The Iceberg Theory of Campaign Contributions: Political Threats and Interest Group Behavior
AbstractWe present a model where special interest groups condition contributions on the receiving candidate's support and also her opponent's. This allows interest groups to obtain support from contributions as well as from threats of contributing. Out-of-equilibrium contributions help explain the missing money puzzle. Our framework contradicts standard models in predicting that interest groups give to only one side of a race. We also predict that special interest groups will mainly target lopsided winners, whereas general interest groups will contribute mainly to candidates in close races. We verify these predictions in FEC data for US House elections from 1984-1990. (JEL D72)
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Bibliographic InfoArticle provided by American Economic Association in its journal American Economic Journal: Economic Policy.
Volume (Year): 5 (2013)
Issue (Month): 1 (February)
Find related papers by JEL classification:
- D72 - Microeconomics - - Analysis of Collective Decision-Making - - - Political Processes: Rent-seeking, Lobbying, Elections, Legislatures, and Voting Behavior
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- William R. Kerr & William F. Lincoln & Prachi Mishra, 2014.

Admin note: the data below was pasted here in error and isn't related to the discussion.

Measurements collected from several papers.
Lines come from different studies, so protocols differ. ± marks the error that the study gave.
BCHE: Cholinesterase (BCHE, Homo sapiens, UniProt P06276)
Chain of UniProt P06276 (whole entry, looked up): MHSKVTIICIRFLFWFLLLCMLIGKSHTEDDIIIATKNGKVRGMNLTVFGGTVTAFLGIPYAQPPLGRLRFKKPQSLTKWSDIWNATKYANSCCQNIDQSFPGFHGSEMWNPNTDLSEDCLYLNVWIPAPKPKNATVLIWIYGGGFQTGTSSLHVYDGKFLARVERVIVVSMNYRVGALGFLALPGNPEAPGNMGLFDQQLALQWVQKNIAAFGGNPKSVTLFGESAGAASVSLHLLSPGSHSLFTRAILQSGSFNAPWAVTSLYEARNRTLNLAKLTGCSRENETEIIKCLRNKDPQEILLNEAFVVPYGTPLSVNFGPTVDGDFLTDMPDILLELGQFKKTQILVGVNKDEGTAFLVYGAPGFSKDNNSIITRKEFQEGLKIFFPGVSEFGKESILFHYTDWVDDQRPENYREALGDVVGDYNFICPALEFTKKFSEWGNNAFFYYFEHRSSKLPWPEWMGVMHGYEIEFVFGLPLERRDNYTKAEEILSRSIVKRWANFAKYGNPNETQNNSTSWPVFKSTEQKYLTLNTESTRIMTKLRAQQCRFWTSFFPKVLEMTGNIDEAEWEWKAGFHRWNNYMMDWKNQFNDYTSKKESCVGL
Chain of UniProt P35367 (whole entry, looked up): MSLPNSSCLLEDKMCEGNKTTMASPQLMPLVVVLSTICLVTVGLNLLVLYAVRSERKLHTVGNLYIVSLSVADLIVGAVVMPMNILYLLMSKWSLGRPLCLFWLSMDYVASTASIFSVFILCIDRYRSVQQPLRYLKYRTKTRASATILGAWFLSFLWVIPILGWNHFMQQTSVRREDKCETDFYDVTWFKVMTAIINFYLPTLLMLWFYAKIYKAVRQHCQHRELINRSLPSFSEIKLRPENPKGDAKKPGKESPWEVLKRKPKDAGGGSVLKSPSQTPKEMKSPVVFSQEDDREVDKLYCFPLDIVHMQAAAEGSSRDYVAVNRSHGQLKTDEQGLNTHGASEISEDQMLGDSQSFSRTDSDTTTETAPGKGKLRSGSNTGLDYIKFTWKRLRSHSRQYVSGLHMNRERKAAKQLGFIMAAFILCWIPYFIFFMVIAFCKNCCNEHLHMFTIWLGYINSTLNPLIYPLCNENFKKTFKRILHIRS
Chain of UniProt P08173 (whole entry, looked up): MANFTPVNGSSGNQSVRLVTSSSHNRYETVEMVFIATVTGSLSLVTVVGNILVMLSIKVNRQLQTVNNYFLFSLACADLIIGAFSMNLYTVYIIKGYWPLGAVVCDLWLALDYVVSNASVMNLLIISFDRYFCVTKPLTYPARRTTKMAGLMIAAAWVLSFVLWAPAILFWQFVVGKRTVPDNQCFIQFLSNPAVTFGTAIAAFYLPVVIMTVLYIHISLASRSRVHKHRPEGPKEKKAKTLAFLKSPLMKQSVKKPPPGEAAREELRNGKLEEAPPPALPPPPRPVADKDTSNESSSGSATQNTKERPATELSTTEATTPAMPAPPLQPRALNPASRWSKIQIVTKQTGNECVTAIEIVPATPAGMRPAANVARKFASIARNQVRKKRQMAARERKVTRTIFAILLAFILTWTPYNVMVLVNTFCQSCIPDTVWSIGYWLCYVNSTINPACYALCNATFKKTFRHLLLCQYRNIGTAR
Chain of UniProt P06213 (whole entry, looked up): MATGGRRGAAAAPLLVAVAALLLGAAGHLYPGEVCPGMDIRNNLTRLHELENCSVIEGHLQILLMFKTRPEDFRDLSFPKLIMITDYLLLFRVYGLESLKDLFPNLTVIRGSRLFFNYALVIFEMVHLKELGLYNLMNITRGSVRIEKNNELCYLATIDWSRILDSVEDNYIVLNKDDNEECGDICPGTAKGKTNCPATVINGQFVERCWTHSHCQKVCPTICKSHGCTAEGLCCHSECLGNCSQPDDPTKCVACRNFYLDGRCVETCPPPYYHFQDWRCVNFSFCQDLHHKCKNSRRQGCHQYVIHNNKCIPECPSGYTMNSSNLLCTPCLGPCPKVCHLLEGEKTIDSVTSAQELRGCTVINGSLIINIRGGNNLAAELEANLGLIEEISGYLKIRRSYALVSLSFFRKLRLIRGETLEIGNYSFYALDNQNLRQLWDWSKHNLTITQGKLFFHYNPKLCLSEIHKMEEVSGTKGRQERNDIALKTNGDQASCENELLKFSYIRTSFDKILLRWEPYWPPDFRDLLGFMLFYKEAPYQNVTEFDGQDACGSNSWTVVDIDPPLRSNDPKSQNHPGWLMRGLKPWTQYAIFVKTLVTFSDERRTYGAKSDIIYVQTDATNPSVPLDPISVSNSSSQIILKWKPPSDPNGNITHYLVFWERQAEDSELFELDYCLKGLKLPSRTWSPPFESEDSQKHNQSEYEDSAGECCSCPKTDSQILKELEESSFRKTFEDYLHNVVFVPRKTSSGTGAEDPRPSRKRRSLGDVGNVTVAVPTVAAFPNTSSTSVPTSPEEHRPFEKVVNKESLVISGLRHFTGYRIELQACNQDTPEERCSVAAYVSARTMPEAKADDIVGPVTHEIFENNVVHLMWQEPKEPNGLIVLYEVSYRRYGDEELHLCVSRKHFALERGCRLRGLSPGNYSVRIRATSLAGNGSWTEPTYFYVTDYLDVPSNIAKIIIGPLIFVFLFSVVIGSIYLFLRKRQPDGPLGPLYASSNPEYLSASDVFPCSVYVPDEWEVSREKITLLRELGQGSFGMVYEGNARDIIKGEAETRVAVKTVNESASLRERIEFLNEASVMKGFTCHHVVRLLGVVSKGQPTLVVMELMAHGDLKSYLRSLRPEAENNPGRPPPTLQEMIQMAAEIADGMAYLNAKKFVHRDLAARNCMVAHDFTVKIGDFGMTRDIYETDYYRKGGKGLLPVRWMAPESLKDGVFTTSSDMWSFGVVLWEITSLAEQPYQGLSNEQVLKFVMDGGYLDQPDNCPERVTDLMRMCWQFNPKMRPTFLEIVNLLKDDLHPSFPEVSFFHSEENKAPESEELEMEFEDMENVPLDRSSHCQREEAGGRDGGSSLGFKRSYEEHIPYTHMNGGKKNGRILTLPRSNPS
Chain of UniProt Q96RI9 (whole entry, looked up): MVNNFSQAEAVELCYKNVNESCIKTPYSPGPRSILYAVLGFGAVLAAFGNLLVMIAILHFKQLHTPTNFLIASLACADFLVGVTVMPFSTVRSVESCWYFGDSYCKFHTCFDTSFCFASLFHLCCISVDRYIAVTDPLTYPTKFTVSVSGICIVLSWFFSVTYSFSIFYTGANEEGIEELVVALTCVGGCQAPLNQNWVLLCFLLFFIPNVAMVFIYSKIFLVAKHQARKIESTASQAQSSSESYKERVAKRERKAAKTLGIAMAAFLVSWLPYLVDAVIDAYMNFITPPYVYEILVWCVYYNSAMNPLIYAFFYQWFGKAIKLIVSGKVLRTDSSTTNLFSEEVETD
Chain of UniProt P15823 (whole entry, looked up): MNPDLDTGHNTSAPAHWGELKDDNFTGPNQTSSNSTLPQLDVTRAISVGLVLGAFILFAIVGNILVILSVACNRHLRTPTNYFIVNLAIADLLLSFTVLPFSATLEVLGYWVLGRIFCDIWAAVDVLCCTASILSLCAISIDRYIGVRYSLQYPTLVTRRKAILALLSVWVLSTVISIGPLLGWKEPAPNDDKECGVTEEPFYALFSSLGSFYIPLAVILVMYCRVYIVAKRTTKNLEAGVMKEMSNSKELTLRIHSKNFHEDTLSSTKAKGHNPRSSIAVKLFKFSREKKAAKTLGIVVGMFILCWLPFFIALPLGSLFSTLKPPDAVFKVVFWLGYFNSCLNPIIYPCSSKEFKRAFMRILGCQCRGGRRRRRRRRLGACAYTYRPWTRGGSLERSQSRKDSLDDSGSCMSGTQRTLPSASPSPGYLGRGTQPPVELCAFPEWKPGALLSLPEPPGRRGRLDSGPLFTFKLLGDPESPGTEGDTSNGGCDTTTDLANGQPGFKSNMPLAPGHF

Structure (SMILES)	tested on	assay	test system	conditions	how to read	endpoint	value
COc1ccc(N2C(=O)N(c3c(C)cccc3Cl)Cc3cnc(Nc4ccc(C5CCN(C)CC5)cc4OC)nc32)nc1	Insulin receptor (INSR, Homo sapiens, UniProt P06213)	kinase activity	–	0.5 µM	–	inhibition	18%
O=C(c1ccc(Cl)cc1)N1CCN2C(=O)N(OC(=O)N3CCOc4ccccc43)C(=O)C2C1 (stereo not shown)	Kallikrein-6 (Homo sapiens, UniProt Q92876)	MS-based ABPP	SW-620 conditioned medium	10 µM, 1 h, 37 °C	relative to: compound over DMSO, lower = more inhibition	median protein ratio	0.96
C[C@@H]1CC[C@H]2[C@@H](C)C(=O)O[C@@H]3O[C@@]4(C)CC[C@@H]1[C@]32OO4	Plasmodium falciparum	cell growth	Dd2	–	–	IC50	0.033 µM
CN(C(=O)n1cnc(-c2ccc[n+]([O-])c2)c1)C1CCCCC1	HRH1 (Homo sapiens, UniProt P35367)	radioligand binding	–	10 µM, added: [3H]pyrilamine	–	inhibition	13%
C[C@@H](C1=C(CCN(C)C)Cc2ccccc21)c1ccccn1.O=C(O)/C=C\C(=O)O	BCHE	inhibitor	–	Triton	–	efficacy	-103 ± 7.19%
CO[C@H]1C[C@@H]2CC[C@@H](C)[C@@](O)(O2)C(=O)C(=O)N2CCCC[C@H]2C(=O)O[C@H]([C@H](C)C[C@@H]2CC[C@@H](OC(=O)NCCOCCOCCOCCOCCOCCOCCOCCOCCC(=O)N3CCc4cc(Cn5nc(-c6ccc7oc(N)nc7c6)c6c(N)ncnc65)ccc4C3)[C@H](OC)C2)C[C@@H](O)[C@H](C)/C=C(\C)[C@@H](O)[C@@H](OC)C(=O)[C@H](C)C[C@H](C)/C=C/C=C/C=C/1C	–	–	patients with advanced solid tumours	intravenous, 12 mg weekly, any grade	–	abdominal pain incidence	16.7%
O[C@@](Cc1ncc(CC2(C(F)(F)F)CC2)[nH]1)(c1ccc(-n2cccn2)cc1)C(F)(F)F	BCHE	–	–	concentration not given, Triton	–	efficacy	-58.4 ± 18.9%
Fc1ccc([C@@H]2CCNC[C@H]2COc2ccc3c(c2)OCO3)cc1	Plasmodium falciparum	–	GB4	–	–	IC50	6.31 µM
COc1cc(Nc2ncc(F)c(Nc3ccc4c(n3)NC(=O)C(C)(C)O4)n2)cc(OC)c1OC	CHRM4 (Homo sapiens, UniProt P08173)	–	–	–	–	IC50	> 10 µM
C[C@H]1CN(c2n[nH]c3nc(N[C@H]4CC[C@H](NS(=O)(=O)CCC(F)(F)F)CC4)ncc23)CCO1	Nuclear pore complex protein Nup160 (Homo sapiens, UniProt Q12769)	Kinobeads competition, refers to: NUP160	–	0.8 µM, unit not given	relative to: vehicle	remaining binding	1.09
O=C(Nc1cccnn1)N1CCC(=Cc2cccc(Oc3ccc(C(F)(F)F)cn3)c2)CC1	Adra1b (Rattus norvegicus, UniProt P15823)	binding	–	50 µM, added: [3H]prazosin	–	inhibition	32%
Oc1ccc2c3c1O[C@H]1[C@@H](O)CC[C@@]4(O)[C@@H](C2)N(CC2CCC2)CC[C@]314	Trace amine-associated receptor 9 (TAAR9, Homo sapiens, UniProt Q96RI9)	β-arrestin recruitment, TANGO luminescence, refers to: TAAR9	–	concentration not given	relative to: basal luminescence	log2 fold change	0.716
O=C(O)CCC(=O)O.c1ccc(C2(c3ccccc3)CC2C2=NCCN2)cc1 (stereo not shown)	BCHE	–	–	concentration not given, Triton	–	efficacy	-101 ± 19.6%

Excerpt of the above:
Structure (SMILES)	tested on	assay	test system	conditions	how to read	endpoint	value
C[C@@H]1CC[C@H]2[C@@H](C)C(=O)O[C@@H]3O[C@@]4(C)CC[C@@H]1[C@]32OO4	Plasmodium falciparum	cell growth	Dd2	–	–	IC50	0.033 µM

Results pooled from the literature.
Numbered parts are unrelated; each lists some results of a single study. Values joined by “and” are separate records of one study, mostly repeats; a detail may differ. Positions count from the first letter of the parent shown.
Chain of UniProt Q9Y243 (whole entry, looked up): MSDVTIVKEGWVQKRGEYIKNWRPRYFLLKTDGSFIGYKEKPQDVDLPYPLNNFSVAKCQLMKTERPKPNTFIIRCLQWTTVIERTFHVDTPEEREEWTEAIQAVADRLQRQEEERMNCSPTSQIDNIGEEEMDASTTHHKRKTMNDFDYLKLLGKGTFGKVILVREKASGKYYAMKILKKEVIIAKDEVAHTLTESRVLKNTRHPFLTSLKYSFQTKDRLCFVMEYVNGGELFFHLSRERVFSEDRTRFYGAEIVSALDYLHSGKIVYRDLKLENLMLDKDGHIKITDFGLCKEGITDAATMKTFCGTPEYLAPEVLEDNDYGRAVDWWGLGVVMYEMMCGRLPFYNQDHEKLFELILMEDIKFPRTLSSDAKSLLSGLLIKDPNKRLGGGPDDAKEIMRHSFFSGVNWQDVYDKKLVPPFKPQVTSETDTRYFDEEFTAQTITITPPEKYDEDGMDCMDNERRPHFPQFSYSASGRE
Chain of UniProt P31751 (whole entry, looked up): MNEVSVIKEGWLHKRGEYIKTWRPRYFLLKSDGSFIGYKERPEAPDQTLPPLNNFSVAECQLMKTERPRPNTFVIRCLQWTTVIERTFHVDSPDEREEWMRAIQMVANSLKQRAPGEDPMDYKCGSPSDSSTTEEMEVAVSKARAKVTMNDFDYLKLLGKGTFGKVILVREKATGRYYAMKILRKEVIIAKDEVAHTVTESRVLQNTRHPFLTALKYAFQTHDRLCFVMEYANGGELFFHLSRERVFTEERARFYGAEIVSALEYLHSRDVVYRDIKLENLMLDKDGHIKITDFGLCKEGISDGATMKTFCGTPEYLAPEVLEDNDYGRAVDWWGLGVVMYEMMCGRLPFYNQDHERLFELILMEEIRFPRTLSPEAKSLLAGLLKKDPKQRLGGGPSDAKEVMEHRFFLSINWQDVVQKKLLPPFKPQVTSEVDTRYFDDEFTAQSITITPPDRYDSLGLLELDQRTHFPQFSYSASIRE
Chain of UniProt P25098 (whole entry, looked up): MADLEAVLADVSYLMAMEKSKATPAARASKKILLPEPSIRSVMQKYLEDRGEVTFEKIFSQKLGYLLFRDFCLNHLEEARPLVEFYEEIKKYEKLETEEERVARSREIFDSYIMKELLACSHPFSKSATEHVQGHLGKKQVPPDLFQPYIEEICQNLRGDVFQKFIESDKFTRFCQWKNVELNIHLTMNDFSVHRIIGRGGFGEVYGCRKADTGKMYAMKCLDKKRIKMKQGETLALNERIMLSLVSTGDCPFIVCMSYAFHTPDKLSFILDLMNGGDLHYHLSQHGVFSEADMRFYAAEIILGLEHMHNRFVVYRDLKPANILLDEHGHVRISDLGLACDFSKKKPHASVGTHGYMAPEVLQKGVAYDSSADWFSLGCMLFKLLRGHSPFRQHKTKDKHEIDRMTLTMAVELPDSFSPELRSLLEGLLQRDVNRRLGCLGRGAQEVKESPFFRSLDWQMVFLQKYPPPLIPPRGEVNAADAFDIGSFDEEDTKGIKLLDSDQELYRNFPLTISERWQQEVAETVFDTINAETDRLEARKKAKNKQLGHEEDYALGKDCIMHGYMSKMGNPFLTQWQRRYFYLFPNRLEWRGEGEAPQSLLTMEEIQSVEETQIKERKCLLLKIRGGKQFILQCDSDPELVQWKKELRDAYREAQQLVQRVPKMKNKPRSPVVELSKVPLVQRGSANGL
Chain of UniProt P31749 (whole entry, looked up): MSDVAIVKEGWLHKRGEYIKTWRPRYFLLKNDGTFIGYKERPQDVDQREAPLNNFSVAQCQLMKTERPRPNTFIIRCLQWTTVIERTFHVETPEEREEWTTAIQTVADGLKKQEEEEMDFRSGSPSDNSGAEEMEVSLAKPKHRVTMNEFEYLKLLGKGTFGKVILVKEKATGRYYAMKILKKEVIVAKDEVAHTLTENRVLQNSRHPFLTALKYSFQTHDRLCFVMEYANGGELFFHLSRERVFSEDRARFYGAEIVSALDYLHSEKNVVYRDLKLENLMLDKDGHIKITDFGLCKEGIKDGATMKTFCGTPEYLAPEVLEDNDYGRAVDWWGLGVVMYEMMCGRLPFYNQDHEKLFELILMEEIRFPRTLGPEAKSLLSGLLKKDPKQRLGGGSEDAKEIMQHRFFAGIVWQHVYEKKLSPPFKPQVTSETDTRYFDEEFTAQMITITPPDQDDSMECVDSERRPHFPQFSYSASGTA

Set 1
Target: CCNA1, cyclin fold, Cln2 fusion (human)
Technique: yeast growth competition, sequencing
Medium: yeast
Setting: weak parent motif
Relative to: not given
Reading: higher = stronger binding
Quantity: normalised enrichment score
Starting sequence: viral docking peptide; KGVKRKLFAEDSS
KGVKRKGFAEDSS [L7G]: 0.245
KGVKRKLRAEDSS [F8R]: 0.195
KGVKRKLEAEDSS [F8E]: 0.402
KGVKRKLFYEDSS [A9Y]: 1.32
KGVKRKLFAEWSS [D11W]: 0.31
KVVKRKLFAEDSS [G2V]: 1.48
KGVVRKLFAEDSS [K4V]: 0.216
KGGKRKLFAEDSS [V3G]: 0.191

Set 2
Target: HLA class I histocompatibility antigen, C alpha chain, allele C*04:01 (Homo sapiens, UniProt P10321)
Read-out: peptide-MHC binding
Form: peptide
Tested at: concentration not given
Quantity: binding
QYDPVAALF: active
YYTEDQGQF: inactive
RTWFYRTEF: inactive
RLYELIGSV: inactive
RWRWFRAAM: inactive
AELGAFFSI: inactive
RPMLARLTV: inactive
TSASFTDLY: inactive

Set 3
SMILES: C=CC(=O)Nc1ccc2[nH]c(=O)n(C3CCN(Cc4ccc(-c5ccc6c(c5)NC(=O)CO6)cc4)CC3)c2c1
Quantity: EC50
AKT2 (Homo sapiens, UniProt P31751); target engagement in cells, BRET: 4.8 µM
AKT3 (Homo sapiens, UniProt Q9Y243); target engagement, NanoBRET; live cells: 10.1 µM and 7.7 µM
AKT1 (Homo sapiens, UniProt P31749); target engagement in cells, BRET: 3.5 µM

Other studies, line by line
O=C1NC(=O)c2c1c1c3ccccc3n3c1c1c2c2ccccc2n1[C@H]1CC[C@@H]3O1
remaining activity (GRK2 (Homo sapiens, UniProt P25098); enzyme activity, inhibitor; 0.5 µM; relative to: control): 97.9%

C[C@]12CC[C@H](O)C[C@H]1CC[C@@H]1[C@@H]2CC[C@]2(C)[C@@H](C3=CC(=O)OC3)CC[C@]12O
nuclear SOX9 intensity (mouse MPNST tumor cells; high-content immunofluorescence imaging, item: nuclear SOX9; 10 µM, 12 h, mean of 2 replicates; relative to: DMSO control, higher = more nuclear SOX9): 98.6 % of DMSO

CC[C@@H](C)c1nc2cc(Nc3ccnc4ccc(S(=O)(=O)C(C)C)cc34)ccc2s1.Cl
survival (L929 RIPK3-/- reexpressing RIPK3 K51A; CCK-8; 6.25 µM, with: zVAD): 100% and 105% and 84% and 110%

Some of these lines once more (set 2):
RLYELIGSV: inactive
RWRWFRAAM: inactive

"The Dynamics of Firm Lobbying,"
William Davidson Institute Working Papers Series
wp1072, William Davidson Institute at the University of Michigan.
- Thomas Bassetti & Filippo Pavesi, 2012. "Deep Pockets, Extreme Preferences: Interest Groups and Campaign Finance Contributions," Working Papers 222, University of Milano-Bicocca, Department of Economics, revised Apr 2012.
- Campante, Filipe R., 2011.
"Redistribution in a model of voting and campaign contributions,"
Journal of Public Economics,
Elsevier, vol. 95(7-8), pages 646-656, August.
- Campante, Filipe R., 2011. "Redistribution in a model of voting and campaign contributions," Journal of Public Economics, Elsevier, vol. 95(7), pages 646-656.
- Campante, Filipe, 2007. "Redistribution in a Model of Voting and Campaign Contributions," Working Paper Series rwp07-045, Harvard University, John F. Kennedy School of Government.
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